Government facilities nationwide continue to seek new strategies to save dollars and stretch smaller budgets. Over the past two years, the CDP Facilities staff has worked closely with the FEMA Energy Office to modernize systems throughout the 900,000 square feet of facilities on the CDP campus.

The Center's aim is to reflect the DHS Efficiency Review and create energy savings. In 2010, the DHS Strategic Sustainability Performance Plan was released. The plan highlights Executive Order 13514, outlining Federal Leadership in Environmental, Energy, and Economic Performance. Inside the document, the President has made energy savings a priority in the United States Government.

The CDP upgrades include the modernization of critical infrastructure that heat and cool the facilities. In many cases, these new systems replace heating, ventilation, and air conditioning (HVAC) systems that are in excess of 20-years-old.

The goal is to reduce consumption of electricity and natural gas throughout campus. Over the past two years, the CDP has completed several energy conservation projects. These projects were made possible thanks to collaboration with FEMA Support Services and Facilities Management Division.

"The CDP is striving to find attainable initiatives that create energy efficiencies and allow savings to influence training dollars for emergency responders," said Mike King, CDP Acting Superintendent. "These are lean times and we had to take a hard look at where we could save. The last thing we wanted to do was cut back on our resident training programs our state, local, and tribal responders depend on. We're following the DHS plan to create energy efficiencies that not only maintain our training programs, but create a stronger response community and protect the environment."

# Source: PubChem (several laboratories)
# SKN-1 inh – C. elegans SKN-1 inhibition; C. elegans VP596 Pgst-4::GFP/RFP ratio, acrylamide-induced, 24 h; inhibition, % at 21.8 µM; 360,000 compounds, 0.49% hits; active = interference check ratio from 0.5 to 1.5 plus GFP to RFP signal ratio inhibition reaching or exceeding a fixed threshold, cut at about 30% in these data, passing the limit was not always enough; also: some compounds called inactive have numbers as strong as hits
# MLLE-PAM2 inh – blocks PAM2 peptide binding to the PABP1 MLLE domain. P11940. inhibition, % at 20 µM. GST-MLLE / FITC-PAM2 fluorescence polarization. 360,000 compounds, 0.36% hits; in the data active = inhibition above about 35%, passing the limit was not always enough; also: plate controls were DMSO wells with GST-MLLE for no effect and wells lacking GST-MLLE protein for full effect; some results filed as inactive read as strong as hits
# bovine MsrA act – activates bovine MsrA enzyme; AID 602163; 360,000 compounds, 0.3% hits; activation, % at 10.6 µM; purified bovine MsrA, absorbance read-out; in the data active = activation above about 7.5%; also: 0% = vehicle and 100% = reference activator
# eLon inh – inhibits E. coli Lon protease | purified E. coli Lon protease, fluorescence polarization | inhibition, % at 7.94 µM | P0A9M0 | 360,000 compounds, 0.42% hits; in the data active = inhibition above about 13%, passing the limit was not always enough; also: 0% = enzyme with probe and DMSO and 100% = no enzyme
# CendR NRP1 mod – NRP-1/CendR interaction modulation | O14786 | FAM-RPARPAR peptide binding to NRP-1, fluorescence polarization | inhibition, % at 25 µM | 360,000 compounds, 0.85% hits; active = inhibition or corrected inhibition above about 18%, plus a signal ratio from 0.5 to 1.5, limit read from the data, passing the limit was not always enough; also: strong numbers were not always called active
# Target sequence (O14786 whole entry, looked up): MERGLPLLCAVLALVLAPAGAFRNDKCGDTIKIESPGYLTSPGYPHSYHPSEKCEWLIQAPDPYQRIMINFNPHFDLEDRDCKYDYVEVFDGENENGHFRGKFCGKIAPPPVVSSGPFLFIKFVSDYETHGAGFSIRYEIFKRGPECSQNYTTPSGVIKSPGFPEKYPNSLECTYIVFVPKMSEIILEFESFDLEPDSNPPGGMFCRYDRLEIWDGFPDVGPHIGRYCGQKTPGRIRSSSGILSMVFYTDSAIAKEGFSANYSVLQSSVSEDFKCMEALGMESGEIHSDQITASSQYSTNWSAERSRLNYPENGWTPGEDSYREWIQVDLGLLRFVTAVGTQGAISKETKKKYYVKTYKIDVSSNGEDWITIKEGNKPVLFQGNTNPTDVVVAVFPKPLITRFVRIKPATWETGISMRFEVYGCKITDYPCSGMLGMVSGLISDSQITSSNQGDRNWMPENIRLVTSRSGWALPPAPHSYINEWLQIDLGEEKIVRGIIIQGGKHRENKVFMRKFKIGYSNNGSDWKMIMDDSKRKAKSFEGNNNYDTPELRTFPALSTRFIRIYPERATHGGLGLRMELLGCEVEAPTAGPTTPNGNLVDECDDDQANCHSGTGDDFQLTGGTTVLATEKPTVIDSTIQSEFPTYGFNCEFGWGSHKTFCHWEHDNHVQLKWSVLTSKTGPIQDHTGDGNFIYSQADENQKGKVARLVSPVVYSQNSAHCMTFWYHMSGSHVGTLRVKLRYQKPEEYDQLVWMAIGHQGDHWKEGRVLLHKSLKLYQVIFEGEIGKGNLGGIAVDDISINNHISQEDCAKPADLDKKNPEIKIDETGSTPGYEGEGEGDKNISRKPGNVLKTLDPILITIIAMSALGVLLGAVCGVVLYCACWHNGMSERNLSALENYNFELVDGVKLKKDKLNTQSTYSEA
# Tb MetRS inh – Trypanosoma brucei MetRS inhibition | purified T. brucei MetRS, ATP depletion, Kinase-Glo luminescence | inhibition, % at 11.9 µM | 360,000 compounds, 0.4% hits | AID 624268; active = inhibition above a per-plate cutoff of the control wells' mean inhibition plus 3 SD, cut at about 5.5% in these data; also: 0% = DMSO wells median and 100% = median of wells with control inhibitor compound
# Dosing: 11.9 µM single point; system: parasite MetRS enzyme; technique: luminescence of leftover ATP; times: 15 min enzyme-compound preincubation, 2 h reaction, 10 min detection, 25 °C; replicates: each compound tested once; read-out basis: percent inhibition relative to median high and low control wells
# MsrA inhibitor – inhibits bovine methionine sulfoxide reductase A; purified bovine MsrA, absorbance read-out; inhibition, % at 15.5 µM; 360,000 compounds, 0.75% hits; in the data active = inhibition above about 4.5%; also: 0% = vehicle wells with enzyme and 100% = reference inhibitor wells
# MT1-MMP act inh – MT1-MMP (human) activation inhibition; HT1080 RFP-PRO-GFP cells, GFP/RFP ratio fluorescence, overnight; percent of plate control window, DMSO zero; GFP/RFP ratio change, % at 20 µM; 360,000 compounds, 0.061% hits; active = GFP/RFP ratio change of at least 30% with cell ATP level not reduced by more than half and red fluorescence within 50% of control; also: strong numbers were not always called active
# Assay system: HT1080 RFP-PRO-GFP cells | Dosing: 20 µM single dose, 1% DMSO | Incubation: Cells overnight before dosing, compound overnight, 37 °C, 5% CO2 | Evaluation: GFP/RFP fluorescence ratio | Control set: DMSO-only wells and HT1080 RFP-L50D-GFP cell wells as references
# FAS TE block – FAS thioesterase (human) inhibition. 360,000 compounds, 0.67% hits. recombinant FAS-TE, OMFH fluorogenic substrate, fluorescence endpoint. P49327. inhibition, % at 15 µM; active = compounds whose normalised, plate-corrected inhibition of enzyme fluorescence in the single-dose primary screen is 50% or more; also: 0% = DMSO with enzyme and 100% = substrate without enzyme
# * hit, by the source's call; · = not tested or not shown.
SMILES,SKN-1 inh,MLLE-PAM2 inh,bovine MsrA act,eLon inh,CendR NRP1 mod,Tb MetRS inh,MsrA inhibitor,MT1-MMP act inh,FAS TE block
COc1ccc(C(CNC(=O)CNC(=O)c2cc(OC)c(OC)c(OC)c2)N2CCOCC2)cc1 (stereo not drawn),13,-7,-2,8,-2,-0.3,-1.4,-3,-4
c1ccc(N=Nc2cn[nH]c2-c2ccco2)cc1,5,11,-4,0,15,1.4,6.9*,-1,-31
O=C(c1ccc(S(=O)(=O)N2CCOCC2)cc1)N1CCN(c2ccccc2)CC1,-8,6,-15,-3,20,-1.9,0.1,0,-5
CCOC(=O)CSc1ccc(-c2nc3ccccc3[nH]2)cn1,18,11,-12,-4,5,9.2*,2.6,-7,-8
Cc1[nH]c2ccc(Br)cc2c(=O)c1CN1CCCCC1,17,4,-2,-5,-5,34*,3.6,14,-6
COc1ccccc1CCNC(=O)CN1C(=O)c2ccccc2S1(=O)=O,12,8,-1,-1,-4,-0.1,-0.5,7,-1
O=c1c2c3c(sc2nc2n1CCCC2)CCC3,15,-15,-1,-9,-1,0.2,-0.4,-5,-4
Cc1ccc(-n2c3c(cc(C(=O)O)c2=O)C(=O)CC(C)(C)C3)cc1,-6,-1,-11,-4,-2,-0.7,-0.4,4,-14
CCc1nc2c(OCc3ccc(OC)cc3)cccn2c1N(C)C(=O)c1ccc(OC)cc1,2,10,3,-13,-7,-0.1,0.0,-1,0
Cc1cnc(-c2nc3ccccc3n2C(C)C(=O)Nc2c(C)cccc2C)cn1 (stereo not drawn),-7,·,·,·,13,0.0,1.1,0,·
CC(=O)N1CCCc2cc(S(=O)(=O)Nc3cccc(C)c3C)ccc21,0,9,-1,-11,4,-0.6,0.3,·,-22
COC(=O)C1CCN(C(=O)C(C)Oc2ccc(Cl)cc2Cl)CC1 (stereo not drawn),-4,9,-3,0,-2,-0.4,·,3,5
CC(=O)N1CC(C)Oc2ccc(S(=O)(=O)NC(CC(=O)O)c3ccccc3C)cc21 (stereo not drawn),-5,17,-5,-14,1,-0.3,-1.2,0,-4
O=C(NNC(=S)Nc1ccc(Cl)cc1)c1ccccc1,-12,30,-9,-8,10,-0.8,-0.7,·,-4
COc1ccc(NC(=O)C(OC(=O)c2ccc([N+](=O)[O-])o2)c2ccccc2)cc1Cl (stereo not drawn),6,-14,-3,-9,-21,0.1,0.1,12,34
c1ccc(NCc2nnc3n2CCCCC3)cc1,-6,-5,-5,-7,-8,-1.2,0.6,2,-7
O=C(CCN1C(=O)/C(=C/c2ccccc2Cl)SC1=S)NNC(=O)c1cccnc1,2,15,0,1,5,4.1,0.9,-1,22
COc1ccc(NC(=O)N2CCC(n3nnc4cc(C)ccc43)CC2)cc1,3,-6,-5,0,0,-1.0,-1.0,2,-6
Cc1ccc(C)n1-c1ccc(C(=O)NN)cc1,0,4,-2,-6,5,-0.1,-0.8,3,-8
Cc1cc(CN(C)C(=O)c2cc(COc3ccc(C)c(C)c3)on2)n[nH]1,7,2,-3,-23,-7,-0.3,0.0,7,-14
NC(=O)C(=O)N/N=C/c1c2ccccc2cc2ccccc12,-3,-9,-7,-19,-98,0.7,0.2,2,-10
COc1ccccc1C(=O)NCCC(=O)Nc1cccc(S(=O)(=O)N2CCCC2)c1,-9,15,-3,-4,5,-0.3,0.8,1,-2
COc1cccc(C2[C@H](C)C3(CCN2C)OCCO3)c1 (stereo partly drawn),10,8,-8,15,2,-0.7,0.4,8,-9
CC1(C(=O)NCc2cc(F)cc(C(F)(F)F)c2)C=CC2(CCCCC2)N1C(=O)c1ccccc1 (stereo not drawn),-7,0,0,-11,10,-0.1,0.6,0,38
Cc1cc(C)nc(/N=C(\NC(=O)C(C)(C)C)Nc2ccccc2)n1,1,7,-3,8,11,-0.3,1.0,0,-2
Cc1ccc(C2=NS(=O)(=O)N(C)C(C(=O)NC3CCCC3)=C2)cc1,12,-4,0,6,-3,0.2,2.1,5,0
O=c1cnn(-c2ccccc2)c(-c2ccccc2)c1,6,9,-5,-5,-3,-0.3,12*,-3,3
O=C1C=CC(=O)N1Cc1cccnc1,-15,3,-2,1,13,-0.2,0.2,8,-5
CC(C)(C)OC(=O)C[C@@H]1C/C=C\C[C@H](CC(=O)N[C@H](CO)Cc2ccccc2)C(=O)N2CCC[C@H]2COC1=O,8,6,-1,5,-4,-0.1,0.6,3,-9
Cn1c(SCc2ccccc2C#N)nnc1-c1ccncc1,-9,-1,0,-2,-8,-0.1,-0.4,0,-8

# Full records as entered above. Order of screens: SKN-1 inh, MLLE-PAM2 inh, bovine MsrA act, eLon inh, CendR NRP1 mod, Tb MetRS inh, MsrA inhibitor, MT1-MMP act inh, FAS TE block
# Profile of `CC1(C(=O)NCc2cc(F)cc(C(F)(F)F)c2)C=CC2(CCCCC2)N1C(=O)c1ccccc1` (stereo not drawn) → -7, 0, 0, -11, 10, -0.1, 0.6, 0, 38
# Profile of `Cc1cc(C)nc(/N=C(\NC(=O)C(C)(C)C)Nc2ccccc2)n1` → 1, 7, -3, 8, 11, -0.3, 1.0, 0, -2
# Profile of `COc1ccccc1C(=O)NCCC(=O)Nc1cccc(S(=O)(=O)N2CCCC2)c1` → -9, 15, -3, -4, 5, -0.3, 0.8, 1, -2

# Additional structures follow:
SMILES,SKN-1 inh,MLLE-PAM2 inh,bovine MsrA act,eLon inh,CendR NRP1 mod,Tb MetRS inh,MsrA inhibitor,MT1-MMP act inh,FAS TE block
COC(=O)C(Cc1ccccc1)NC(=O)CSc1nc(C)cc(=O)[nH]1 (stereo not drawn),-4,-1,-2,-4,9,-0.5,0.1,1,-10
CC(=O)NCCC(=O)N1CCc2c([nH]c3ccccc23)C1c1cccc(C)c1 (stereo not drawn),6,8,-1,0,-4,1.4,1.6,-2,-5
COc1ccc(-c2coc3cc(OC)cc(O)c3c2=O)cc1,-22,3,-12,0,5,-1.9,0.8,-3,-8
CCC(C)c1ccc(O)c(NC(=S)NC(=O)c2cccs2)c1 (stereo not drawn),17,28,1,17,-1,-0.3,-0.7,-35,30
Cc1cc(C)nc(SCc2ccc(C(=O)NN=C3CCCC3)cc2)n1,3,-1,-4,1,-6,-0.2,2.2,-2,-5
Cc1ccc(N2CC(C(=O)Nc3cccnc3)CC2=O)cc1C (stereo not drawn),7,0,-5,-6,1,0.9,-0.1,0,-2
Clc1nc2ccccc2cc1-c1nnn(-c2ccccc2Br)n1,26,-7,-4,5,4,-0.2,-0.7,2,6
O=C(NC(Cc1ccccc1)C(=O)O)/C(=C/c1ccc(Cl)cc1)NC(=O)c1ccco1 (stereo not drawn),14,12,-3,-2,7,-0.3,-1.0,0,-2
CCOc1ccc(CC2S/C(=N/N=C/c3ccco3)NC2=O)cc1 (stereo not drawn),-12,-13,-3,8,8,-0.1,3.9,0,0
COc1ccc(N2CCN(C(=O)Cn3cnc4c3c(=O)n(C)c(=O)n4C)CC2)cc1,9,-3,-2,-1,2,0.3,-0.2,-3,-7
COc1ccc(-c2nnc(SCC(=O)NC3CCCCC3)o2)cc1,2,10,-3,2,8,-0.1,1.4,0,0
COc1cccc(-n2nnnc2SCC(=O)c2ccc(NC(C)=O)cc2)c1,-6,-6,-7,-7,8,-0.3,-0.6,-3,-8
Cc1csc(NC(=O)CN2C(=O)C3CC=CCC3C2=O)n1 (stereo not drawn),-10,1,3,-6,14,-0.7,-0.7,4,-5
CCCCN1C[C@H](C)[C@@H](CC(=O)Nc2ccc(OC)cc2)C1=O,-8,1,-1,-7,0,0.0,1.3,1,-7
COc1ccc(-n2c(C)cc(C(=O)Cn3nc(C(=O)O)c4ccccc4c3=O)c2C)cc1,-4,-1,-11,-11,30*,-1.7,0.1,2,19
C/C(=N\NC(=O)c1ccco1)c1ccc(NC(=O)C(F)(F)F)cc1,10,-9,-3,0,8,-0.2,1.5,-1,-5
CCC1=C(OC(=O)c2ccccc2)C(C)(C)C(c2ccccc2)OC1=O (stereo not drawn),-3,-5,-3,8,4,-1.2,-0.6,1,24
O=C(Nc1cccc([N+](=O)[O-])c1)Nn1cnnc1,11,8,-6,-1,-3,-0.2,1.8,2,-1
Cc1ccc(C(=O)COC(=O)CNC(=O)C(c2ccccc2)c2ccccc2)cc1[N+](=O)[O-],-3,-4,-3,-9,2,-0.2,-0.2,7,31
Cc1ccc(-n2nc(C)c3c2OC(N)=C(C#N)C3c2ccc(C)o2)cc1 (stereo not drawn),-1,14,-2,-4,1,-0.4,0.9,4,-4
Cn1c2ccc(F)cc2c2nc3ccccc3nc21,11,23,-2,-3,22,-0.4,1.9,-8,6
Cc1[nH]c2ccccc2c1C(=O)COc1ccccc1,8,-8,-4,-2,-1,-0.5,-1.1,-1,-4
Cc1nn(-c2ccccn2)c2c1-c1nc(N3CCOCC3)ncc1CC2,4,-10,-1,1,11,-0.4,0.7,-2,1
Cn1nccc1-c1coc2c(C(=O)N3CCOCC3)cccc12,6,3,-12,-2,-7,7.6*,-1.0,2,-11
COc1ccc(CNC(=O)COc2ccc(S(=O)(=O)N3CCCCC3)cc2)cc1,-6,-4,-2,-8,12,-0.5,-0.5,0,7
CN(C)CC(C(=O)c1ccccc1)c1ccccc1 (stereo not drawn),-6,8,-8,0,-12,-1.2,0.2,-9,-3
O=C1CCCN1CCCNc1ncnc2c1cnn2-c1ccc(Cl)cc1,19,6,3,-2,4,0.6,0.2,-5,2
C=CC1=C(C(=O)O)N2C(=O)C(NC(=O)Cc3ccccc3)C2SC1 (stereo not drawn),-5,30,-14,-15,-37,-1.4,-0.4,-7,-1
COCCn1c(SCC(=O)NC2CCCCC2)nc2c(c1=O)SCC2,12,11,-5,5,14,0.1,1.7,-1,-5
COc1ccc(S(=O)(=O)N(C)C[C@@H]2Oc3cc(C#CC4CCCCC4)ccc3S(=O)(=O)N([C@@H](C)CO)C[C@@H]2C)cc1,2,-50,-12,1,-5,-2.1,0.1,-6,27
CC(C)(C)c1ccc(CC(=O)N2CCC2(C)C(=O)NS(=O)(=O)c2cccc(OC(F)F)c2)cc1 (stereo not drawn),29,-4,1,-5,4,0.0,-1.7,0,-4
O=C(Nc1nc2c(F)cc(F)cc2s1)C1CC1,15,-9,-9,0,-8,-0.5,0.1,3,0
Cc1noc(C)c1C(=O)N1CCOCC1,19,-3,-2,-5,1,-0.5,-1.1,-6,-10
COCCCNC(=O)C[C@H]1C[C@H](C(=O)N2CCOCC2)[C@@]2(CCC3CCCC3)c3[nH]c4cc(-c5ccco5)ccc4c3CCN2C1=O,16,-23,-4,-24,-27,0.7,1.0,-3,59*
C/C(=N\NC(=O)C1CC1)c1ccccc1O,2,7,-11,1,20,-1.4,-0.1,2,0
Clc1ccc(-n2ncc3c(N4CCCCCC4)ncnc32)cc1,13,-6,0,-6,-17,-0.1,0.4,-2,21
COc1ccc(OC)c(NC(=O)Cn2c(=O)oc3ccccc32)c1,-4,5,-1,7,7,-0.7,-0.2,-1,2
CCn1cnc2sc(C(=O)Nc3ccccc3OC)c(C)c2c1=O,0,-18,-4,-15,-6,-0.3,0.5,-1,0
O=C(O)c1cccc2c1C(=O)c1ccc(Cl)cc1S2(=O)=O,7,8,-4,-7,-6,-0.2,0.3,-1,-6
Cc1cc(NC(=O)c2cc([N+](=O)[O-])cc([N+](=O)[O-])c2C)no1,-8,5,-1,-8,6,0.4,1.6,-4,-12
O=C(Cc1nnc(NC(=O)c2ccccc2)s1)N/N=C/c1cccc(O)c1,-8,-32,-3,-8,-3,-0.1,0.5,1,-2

CDP training focuses on incident management, mass casualty response and emergency response to catastrophic natural disasters or terrorist acts. The center trains an average of 12,000 responders in its resident programs each year. The completed efficiency projects are projected to save $75,000 that the CDP can redirect towards training operations.

"The CDP continues to work with FEMA's Energy Office to update antiquated systems with new technology that creates more efficient energy consumption," said Bruce Bush, CDP Director of Business Operations. "We are fortunate to have such great support from both FEMA Facilities and the Energy Office. They conducted detailed energy assessments on each facility to ensure we are taking the right steps to modernize our infrastructure systems to further increase efficiencies and provide even more savings. We are working very closely with FEMA Headquarters to meet the energy reduction goals set out in Executive Order 13514."

The CDP has completed 10 energy conservation projects. Projects range from simple to sophisticated, such as motion-sensitive lighting, energy-efficient lighting, energy-efficient windows, energy-efficient boilers and chillers, as well as virtual computer servers that provide better service using fewer servers. All of these projects contribute to reducing the CDP's energy consumption.

Researching methods that save operating dollars allow organizations to direct those cost savings to other critical mission areas that could otherwise be impacted by funding shortages. The inclusion of energy efficiencies in operations permits the CDP to continue meeting national training needs, contributes to less energy consumption, and demonstrates the center's ability to reduce energy using modern methods that benefit the CDP's budget and the environment.